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First U.S. Boarding School For Chinese Students To Open In Mass. 02:24

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A new school opening in Massachusetts this fall will be the first boarding school for Chinese students in the United States. The Massachusetts International Academy in Marlborough is designed to prepare Chinese students for college — in this country.

The school is housed in a facility that was purchased earlier this year by a subsidiary of the Chinese company Cernet, a non-profit nationwide education and research computer network. Cernet officials had been to Massachusetts several times because of the company's partnership with UMass for online courses in China. They wanted to create a boarding school in the commonwealth because of the state's reputation for higher education.

Cernet’s Daniel Xu (left) and UMass China Institute Executive Director Allan Guo. (Deborah Becker/WBUR)
Cernet’s Daniel Xu (left) and UMass China Institute Executive Director Allan Guo. (Deborah Becker/WBUR)

UMass China Institute Executive Director Allan Guo, along with Cernet's Daniel Xu, recently gave us a tour of the cavernous 240,000-square-foot facility. Guo says as soon as Cernet board members saw the vacant, former training facility, which needed little renovations, they agreed to pay the asking price of more than $9 million.

"They make a decision really quick. They saw the property sometime September, they gave the offer the next, week,  — the same week — and the deal was closing in February 27," Guo said. "They pay by cash. All the board members come here, take a look, and they, 'OK, let's buy it.' "

The speed of the purchase shows how eager Cernet was to meet the growing demand for education in China, even if it means moving operations overseas. Guo said China has 28 million 18-year-olds right now, all competing to go to college, and Xu said Chinese students will do whatever it takes to get into a top school.

"In China right now, total capacity for enroll for college around five million, but the top quality, probably only about 350,000," Guo said. "So at least 12 to 13 million kids looking for opportunity to study."

Chinese students always are looking for the best college they can go to in China," Xu added. "If they cannot go to the top 10, then second choice is just go abroad."

Getting into one of China's top 10 universities is very competitive. Chinese students must do well on an intense, nine-hour national exam that is the sole determinant for admission into almost all Chinese colleges and universities. But, if they come to school in the U.S., they do not have to take the test.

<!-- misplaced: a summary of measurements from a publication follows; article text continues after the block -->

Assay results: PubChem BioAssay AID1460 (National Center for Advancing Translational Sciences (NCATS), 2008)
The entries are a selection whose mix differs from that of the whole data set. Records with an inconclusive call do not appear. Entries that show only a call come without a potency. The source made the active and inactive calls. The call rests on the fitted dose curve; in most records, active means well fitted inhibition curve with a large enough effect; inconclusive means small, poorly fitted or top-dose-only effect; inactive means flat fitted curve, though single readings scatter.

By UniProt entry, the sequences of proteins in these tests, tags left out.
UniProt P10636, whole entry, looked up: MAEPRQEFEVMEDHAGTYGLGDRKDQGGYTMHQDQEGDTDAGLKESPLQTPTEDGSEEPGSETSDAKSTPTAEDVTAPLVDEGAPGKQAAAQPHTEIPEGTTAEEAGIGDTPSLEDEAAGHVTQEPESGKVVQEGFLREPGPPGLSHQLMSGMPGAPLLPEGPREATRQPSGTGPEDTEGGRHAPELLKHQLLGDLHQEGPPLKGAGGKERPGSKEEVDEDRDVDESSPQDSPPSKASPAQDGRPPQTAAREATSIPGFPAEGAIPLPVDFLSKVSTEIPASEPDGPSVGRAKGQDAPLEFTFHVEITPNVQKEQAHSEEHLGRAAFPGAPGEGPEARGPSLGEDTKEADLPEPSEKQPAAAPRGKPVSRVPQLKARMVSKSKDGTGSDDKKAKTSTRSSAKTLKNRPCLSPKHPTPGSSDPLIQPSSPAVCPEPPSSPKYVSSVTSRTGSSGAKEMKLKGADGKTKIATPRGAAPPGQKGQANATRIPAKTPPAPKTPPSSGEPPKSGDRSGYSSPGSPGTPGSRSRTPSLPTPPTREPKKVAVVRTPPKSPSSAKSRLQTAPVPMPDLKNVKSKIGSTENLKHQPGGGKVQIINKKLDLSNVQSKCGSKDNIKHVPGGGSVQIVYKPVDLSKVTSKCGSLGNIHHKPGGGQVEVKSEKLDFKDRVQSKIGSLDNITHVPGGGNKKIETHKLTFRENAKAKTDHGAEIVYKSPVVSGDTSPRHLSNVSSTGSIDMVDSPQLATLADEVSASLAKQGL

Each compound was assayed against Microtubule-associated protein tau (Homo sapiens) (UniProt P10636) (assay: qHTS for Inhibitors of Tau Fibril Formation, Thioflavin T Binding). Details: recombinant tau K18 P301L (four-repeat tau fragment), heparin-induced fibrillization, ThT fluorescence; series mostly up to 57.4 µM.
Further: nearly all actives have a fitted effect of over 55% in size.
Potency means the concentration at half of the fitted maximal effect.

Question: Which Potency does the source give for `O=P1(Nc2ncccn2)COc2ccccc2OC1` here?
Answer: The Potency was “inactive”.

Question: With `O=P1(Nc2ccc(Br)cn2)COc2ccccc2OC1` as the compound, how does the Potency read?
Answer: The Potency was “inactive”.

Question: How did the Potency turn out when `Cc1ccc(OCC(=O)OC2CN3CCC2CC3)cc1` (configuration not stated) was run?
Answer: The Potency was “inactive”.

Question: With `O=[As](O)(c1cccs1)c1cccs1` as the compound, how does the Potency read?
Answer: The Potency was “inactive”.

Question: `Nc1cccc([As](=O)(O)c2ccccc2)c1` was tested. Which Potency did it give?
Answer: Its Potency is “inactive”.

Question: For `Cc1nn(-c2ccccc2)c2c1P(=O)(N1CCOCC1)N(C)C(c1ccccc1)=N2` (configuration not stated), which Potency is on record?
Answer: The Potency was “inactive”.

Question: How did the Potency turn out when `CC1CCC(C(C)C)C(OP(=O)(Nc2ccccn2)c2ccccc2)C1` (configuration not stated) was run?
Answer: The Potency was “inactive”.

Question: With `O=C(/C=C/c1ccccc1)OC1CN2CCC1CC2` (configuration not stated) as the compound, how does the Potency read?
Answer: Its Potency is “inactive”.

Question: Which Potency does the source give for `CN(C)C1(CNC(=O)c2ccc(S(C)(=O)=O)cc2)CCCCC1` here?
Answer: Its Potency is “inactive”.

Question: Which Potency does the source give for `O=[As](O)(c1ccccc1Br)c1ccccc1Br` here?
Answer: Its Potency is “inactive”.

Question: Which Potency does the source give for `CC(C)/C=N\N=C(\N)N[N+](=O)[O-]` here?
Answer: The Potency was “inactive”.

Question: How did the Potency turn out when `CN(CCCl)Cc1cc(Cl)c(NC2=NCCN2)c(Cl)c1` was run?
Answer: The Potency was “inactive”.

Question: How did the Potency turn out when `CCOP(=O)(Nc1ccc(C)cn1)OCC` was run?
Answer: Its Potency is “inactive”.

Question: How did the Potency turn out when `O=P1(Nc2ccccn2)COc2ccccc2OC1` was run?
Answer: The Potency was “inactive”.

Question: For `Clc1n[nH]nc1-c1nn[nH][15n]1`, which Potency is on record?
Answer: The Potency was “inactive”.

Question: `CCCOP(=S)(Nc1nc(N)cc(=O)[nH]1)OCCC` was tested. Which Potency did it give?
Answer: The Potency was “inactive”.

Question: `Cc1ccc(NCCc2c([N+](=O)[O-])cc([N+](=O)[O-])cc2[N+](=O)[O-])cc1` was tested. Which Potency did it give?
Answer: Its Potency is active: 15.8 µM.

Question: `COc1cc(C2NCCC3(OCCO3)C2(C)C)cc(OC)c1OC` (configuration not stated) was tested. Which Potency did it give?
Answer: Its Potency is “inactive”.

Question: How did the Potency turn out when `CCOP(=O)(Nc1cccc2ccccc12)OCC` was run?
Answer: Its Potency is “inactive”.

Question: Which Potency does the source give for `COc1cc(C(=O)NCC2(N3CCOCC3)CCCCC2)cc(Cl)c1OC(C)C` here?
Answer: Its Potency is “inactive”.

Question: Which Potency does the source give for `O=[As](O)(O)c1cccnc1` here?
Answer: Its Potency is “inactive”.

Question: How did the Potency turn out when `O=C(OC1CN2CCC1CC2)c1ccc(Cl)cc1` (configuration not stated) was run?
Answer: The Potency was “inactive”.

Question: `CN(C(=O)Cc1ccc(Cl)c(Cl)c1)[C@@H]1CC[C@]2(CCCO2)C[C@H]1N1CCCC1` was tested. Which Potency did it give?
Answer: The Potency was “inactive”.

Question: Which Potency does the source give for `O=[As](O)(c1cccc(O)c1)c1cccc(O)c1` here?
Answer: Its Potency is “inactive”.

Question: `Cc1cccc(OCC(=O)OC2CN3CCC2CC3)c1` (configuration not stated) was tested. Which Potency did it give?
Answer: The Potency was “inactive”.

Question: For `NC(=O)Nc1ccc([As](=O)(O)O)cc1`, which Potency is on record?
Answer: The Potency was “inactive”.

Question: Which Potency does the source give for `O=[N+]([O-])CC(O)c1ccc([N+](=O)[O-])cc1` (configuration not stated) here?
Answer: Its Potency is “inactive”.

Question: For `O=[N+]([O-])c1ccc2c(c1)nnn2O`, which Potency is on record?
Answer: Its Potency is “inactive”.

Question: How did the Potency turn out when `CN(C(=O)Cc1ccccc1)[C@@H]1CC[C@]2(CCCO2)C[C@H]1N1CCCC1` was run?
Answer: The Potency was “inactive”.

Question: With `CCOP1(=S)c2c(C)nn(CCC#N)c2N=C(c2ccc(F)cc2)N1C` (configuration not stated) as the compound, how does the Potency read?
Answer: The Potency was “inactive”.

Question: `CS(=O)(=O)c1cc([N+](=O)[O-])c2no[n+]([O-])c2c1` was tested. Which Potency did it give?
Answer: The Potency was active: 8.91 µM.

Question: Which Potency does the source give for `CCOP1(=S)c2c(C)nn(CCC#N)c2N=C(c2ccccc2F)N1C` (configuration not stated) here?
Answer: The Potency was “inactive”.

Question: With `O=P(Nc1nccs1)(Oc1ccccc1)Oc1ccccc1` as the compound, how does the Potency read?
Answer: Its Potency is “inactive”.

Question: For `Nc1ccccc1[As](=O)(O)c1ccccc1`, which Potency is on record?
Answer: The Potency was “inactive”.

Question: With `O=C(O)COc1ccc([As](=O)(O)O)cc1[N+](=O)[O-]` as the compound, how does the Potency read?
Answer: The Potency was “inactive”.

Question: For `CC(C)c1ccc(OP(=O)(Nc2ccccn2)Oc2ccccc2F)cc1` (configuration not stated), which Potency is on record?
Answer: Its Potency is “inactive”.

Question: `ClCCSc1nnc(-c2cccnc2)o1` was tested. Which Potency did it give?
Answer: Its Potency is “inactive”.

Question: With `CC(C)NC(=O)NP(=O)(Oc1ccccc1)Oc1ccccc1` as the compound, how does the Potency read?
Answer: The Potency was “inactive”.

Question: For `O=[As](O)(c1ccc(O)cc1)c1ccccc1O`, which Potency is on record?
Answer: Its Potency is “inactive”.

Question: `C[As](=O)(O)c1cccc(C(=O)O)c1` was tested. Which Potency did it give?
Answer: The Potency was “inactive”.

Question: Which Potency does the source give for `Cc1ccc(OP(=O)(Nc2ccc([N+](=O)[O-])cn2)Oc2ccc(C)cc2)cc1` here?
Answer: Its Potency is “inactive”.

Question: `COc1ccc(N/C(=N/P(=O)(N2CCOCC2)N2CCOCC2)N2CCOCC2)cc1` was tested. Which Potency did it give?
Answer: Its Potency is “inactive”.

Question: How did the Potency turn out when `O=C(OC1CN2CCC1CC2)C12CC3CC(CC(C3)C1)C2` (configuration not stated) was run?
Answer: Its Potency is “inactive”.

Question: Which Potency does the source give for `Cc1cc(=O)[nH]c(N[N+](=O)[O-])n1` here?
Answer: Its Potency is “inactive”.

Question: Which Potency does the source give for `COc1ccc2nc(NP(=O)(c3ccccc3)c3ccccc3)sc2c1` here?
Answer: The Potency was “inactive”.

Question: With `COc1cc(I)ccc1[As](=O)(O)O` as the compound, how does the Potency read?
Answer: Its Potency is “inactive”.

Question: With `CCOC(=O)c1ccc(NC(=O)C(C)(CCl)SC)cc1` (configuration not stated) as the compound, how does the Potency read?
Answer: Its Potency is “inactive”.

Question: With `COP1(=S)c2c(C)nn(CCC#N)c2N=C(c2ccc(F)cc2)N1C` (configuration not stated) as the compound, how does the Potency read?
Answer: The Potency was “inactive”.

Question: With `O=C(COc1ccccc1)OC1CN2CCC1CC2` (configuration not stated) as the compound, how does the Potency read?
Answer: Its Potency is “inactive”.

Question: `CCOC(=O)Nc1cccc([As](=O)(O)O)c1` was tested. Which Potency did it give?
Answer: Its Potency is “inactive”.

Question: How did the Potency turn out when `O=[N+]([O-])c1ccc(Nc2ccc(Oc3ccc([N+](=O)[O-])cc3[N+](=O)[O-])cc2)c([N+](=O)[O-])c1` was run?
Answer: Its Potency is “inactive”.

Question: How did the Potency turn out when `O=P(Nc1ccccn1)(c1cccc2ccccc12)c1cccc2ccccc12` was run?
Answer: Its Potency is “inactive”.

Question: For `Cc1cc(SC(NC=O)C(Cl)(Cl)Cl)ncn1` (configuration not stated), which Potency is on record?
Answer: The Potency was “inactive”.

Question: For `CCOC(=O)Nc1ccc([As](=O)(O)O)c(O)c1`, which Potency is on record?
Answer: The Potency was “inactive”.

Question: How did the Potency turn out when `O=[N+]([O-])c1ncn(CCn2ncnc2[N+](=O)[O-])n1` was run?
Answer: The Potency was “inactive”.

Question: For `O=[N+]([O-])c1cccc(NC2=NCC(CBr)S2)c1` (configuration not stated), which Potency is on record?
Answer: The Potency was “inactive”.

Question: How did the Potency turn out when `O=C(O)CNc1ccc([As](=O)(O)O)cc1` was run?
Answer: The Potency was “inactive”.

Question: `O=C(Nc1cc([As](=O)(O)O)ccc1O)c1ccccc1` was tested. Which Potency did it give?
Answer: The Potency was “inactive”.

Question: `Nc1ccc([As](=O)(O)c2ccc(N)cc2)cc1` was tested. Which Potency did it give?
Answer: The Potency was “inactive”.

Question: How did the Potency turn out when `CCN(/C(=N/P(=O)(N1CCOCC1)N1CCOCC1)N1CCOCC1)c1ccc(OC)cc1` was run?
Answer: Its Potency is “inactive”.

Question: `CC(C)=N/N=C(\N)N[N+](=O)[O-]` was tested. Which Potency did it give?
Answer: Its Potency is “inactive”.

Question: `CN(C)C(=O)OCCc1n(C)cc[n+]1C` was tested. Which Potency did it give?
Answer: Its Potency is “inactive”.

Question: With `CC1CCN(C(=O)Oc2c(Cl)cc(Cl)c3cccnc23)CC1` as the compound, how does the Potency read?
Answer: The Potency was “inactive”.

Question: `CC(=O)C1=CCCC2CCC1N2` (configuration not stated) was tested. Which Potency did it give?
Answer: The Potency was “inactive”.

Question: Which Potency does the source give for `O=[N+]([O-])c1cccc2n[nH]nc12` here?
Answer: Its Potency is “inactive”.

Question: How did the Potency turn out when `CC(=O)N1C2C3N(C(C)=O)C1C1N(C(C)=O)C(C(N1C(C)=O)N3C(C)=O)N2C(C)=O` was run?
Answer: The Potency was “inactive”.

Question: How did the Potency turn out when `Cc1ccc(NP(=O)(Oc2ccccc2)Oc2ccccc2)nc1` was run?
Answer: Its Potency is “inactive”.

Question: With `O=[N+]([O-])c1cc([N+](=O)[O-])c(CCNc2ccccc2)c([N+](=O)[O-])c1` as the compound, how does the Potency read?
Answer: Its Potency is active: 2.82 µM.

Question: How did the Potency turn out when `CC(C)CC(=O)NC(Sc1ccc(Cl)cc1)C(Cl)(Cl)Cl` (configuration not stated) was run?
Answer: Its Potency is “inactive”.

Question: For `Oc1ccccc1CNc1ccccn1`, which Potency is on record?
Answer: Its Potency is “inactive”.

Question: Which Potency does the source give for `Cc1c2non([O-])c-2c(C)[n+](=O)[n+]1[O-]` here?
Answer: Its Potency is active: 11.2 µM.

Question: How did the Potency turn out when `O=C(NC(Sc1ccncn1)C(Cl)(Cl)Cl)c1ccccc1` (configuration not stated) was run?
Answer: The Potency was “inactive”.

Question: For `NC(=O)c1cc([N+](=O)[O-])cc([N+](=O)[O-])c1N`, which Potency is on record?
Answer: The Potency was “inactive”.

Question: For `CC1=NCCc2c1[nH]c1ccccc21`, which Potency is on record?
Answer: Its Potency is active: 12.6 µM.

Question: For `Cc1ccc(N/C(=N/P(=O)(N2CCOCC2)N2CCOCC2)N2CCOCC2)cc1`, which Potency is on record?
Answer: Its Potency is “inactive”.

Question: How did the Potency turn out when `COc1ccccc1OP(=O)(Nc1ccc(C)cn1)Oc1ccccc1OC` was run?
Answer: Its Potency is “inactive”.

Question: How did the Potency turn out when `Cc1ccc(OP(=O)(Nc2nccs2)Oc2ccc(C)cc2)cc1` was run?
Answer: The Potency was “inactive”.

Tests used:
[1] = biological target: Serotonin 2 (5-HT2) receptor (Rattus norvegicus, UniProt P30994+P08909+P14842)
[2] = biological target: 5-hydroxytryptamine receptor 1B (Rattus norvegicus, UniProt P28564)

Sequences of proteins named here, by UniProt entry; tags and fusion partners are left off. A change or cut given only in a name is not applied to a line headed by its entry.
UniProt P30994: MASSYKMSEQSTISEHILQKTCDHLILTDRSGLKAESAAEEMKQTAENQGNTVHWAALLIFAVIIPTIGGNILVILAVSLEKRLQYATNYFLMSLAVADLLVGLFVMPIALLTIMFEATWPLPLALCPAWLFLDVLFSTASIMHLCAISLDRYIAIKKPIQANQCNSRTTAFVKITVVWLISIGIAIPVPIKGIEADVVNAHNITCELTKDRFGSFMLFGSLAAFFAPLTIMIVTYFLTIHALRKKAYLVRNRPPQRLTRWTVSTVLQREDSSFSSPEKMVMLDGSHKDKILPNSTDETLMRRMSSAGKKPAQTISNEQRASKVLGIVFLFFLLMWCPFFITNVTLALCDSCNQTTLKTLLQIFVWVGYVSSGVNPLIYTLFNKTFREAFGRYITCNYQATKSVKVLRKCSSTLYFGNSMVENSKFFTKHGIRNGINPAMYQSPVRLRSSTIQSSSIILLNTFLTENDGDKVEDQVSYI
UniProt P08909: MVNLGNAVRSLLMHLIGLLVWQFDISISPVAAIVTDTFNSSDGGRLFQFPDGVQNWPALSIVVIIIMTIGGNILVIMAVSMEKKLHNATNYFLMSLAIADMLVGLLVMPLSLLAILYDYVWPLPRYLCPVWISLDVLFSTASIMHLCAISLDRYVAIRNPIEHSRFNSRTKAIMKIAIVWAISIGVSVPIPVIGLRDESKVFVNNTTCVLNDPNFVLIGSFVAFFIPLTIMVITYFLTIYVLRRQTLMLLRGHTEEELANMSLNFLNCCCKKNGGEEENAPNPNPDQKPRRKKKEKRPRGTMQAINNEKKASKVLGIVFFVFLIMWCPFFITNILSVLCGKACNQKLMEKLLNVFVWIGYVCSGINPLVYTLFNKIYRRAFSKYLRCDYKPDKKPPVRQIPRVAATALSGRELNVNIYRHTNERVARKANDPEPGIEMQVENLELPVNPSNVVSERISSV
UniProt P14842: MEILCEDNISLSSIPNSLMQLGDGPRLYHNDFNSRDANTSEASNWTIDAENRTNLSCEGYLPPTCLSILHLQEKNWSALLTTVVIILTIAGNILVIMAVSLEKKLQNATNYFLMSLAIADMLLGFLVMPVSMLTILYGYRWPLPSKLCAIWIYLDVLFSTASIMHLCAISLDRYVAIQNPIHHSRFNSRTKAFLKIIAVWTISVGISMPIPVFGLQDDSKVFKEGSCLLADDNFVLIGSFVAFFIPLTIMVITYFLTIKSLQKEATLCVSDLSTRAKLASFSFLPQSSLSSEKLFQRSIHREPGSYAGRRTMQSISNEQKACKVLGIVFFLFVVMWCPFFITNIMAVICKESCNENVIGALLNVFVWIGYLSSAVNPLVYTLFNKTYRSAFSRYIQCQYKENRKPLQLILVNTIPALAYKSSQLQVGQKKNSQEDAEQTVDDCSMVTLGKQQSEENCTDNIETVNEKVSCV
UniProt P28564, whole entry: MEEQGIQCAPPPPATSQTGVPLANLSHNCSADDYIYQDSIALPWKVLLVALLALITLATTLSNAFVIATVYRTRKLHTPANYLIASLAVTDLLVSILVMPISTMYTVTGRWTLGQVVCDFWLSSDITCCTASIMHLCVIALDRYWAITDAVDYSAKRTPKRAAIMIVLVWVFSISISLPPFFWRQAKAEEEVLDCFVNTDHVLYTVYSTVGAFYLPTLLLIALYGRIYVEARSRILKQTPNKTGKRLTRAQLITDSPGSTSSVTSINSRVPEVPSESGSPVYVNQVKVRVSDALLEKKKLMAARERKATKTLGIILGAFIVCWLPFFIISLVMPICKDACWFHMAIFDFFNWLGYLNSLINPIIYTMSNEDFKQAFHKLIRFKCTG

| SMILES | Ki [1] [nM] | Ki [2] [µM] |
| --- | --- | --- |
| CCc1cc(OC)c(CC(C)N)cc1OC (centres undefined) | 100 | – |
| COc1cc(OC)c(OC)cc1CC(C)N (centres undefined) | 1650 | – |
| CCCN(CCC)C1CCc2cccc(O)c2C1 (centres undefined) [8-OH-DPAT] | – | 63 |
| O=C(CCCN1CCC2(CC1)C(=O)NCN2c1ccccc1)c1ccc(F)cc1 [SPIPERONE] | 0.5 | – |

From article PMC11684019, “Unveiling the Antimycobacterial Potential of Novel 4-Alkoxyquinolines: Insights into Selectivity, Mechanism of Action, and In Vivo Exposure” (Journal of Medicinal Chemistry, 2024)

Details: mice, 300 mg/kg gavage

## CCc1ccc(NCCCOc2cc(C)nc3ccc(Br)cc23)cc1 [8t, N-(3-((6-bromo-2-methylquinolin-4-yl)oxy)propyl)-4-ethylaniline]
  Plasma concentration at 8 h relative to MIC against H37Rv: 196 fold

"The national exam is a sudden death game. You go in there two days, yes or no. If you get sick, if you don't feel good, if some student get too nervous, couldn't sleep — they gonna fail," Guo said.

The Chinese testing system is focused far more on memorization than U.S. tests like the SAT. "We have to memorize the whole book," Guo said. "The critical thinking, analytical skill in China is emphasized less," Guo said.

The one-year program at Massachusetts International Academy costs $35,000, and Guo said parents who can afford it will pay because it means almost guaranteed entry into a U.S. college.

Eighteen-year old Tian-Jou Ye will be in the academy's first class of about 80 students this fall. Ye, who currently lives in Beijing, said while he's in the U.S., he wants to be called Max. What he hopes is that the school's partnership with UMass and access to UMass professors will get him into college here.

"I really want to learn English, so, I want to choose America," Ye said. "Many universities overseas have more educational resources and fewer students than China," Ye said. "Those who study abroad avoid the pressure and competition domestically, I think. Also, English is the most commonly used language in the world."

Ye hopes to eventually study computer science at UMass. Guo estimated about 90 percent of the Massachusetts International Academy students will attend UMass.

The Chinese boarding school reverses the model of foreign students studying at U.S.-based and run high schools. Guo said Massachusetts should consider its higher education reputation a potential export that could attract similar schools.

This program aired on June 25, 2009.

Deborah Becker Twitter Host/Reporter
Deborah Becker is a senior correspondent and host at WBUR. Her reporting focuses on mental health, criminal justice and education.


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